TinEye is a reverse image search engine. You search for images using images, not words to find out where the image came from, how it’s being used, if modified versions exist, or to find higher resolution copies.

It works by "creat[ing] a unique and compact digital signature or ‘fingerprint’ for each image that is added to the index. When you submit a search image to TinEye, its fingerprint is analyzed on-the-fly and compared to the fingerprint of every single image in the TinEye search index. The result is a detailed list of websites using that image, or modifications of that image."

Jump right in from their homepage. From there you can upload an image or insert a URL that contains the image you are using to search. Get to know all the details by watching this video from their About page or visiting the FAQ page.

Friday, October 29, 2010

FOR for the week of Nov.1

Featured Online Resource
Nov 1, 2010

Every week, the Ort Library brings you a new and outstanding resource from the Web or from one of the library's databases. To get an archive of all FOR entries, click here. Also, you can suggest a website that provides well-organized access to useful info.

THIS WEEK'S Featured Online Resource
360 City World Panoramic Photography

360 city uses Google Earth technology and high-resolution photography to give panoramic, full-circle views from around the world. View the interior of the Notre Dame Cathedral in Paris, a Los Angeles mariachi party, Tokyo's Shin hutako bridge, and hundreds of other items.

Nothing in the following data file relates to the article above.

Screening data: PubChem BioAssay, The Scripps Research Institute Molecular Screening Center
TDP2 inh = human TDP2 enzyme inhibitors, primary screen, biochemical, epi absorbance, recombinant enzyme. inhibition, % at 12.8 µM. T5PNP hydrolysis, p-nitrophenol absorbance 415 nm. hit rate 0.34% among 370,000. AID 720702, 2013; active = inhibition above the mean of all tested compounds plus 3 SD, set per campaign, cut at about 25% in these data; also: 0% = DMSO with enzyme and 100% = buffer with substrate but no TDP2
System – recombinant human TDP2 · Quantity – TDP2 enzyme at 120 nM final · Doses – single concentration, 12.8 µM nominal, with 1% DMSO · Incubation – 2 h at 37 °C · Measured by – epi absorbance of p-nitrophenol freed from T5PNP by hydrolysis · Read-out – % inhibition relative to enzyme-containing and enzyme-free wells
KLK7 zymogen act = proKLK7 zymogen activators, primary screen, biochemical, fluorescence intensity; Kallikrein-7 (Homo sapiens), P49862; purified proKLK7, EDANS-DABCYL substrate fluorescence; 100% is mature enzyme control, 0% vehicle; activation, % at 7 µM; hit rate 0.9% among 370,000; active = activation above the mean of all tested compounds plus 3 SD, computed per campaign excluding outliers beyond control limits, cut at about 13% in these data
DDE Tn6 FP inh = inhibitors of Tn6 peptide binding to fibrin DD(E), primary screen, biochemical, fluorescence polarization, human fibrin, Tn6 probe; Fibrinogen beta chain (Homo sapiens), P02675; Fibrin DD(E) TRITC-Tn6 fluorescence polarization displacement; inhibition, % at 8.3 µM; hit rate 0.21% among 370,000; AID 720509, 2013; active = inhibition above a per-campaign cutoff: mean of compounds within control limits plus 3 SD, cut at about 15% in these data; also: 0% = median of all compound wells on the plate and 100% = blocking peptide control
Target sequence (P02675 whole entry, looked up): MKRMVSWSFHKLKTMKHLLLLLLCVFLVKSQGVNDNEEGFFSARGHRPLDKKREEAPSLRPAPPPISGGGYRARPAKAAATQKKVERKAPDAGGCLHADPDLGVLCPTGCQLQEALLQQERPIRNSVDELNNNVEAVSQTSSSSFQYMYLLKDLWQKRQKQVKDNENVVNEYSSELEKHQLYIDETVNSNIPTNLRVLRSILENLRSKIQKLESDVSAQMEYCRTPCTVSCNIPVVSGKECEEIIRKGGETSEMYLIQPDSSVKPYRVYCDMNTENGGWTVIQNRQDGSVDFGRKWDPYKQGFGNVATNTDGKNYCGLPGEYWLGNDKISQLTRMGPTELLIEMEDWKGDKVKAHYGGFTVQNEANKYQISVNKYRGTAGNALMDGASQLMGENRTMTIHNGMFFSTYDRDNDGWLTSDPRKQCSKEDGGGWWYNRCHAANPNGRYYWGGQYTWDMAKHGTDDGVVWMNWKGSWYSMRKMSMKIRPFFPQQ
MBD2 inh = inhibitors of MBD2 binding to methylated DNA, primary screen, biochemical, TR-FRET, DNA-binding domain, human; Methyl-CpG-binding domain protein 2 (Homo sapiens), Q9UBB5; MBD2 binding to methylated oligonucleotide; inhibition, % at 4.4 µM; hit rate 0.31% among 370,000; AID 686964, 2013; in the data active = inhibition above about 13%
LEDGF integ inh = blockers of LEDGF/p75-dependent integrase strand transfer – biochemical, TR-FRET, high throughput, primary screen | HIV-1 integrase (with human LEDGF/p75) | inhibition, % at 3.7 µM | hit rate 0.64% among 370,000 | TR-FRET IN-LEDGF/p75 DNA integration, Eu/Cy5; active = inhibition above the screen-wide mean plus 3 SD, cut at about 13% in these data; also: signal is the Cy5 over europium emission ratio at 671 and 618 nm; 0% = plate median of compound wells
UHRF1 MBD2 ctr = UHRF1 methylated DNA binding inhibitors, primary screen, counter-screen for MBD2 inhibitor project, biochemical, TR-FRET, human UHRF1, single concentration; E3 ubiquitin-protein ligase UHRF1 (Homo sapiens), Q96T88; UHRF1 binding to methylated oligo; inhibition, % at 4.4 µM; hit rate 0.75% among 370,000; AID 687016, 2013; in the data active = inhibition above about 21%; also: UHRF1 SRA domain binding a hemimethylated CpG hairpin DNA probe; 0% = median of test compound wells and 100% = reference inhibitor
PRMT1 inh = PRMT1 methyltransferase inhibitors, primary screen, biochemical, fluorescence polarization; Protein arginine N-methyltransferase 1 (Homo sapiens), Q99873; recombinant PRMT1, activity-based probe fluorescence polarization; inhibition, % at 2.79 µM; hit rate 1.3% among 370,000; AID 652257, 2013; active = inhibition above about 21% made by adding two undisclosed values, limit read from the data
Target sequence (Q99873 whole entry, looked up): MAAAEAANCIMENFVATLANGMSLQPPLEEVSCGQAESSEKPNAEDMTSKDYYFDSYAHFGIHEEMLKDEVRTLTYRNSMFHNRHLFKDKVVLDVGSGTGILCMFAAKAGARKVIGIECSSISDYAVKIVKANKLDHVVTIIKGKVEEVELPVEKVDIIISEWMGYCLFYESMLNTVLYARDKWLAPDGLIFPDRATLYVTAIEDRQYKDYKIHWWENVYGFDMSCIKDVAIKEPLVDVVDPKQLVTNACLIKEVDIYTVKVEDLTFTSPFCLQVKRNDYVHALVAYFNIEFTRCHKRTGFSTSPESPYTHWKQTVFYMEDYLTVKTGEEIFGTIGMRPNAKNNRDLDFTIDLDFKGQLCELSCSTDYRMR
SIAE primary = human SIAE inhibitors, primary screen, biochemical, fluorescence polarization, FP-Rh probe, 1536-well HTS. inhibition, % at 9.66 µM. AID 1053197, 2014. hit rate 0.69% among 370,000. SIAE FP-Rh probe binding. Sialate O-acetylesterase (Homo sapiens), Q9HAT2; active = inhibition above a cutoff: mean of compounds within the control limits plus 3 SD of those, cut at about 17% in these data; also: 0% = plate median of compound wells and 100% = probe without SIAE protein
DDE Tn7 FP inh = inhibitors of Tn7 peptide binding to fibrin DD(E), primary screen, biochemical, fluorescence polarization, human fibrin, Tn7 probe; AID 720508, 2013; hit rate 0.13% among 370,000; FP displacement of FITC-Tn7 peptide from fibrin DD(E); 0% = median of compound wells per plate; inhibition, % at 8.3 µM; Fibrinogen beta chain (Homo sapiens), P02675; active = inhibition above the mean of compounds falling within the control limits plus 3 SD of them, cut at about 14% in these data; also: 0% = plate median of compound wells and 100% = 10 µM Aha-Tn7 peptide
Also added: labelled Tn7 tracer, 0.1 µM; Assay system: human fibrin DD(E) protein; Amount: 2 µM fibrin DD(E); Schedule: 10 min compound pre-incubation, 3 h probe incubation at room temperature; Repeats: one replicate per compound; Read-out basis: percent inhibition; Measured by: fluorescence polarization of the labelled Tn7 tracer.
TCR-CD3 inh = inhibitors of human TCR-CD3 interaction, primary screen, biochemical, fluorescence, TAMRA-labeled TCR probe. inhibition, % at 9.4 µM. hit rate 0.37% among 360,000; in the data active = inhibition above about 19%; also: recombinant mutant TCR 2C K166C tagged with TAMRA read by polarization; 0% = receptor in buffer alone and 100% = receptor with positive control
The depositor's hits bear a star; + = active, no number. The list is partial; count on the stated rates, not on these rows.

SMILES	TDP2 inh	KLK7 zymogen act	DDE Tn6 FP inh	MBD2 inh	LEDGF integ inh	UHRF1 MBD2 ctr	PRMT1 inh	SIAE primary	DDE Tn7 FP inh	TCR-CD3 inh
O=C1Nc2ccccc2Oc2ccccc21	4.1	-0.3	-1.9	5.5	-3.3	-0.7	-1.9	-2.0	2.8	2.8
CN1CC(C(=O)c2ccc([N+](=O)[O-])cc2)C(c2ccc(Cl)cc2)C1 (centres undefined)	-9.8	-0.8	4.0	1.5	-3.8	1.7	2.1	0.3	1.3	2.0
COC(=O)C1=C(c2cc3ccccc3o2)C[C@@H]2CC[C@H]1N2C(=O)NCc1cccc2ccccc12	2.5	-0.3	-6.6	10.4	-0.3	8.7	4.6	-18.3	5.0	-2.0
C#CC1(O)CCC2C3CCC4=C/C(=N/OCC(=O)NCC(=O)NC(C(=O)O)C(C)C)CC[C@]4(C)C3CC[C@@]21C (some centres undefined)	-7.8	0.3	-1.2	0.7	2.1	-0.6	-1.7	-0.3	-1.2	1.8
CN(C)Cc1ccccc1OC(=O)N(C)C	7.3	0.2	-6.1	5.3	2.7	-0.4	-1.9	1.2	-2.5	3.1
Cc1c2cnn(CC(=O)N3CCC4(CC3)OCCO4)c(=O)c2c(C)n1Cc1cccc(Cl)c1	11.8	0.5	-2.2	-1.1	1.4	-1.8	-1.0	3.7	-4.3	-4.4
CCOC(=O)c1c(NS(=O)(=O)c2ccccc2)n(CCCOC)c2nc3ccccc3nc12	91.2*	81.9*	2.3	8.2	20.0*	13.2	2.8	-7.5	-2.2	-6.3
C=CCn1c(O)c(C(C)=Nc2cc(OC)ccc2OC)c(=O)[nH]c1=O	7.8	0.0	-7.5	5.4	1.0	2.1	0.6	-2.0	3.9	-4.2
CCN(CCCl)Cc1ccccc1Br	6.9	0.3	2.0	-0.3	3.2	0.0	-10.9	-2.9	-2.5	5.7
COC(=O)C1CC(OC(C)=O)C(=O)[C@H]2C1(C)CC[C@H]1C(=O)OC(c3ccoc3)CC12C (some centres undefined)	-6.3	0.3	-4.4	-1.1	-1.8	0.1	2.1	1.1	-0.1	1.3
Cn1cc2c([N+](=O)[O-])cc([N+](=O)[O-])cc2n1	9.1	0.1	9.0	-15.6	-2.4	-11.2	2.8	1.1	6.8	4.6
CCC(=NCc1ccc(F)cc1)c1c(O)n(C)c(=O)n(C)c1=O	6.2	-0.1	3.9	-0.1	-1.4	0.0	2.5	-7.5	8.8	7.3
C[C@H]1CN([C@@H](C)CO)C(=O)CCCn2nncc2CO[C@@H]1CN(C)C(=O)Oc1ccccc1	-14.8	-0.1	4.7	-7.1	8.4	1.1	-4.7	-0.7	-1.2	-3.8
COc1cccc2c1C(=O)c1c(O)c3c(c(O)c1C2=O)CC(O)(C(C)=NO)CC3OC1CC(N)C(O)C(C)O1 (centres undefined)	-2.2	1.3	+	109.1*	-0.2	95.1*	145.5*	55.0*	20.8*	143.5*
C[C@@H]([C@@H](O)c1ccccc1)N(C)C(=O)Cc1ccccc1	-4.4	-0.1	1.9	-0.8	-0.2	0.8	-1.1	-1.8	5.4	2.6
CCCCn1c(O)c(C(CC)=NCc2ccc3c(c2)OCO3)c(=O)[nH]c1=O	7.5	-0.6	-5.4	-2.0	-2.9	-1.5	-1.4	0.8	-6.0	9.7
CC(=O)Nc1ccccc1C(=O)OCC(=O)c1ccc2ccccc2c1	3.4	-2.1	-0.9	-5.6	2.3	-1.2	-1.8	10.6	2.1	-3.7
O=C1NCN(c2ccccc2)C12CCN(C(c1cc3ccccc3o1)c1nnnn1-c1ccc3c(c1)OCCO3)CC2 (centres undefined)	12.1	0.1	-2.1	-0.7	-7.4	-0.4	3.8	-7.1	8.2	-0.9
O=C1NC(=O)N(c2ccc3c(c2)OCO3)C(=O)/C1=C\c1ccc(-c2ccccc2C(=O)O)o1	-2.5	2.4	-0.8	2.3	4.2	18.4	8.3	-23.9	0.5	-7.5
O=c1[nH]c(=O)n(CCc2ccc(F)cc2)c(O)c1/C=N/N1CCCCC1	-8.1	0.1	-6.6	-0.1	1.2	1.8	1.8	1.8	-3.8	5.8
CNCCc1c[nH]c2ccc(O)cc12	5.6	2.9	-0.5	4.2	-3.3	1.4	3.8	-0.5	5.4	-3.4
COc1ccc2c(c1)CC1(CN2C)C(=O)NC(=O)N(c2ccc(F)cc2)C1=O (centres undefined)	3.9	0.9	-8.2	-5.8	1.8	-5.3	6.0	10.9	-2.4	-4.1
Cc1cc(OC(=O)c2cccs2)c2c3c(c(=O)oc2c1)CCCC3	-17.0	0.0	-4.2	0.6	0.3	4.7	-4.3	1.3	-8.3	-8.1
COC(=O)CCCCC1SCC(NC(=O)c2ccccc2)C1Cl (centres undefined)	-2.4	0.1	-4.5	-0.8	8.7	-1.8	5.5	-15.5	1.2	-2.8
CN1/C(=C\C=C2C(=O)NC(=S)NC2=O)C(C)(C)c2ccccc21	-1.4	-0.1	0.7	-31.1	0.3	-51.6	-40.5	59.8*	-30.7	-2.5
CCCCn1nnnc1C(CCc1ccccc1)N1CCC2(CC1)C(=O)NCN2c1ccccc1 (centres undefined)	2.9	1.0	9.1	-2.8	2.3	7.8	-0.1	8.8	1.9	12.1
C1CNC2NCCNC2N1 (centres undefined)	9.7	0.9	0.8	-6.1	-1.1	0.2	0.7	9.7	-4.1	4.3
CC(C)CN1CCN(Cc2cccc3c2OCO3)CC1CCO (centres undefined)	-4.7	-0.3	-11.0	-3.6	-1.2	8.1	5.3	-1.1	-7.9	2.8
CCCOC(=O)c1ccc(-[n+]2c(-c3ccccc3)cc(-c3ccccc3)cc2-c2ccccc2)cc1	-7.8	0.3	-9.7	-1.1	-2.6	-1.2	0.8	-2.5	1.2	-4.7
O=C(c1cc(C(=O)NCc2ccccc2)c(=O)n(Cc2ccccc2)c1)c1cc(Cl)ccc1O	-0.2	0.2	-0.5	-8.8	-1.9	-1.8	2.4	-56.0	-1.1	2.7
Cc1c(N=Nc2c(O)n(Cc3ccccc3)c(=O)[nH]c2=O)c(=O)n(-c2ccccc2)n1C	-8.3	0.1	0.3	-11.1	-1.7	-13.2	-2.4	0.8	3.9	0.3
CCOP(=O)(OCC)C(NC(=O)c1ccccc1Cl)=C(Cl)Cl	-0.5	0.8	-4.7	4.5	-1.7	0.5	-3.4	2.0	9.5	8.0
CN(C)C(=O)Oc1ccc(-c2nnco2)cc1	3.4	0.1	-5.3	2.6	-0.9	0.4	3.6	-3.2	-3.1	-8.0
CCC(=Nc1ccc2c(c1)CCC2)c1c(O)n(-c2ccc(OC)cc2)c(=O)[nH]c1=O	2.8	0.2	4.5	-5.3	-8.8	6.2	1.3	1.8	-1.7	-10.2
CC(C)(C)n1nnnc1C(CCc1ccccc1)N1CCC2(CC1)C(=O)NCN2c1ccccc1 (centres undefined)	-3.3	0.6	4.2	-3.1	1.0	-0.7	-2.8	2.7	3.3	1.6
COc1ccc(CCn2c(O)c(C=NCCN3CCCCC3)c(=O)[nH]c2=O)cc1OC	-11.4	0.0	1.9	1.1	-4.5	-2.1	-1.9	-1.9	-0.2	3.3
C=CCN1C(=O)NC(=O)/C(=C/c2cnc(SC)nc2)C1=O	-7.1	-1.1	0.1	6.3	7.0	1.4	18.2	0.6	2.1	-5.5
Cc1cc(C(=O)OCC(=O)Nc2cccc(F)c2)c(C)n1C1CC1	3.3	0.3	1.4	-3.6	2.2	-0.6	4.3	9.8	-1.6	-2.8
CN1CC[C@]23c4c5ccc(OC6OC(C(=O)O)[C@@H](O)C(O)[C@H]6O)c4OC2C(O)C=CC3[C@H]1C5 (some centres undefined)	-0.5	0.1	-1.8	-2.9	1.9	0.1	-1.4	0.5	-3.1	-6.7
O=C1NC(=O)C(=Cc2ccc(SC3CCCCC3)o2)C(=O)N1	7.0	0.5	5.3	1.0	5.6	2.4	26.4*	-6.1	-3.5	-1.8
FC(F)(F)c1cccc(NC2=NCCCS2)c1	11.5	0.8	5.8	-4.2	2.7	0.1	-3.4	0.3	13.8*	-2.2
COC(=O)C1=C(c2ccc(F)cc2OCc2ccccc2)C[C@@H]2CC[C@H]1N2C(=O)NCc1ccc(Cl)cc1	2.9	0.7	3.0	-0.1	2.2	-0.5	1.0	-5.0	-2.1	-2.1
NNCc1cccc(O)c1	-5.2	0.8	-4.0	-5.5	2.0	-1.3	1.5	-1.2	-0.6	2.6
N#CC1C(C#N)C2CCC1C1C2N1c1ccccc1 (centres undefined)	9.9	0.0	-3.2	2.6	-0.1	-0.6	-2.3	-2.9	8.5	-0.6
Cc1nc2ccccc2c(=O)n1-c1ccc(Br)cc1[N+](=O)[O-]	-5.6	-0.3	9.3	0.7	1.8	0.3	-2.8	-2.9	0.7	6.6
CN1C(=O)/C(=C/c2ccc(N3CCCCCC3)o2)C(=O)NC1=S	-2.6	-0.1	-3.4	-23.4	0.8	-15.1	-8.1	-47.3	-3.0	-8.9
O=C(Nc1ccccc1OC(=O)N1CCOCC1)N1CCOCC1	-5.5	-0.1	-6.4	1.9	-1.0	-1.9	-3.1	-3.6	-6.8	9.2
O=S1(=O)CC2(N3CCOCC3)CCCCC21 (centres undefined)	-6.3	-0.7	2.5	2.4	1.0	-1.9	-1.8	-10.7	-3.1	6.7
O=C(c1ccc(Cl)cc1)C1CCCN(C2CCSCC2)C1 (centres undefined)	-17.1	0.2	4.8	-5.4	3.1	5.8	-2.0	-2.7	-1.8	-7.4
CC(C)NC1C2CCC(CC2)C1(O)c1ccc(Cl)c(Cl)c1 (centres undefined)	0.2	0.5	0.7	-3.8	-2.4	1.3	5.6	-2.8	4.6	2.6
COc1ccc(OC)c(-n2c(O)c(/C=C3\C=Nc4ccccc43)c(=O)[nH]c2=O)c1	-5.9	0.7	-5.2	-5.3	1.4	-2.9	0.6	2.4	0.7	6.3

A good place to start is the map page, which pinpoints 360-viewable locations. From the homepage, you can search or avail yourself of many browsing options.

Once you view a photo, click the mouse and drag the picture in any direction you want, including tilting up and down.

Wednesday, September 15, 2010

Constitution Day

Senator Robert Byrd was born in North Carolina as Cornelius Calvin Sale in 1917. His mother became a victim of the 1918 influenza epidemic and his father sent his son to live with relatives residing in the coal fields of West Virginia. Sen. Byrd's death in June of 2010 leaves a legacy that will be difficult to match. As the longest serving member of Congress, he will be remembered for his lengthy speeches on the Senate floor, the money and projects obtained for his home state of West Virginia, his books on the history of the Senate, and his love of the Constitution. Validating his love of the Constitution is Sen. Byrd's sponsorship of Public Law 108-447, Section 111, enacted December 2004. This law changed September 17th from the original Citizenship Day to Constitution Day.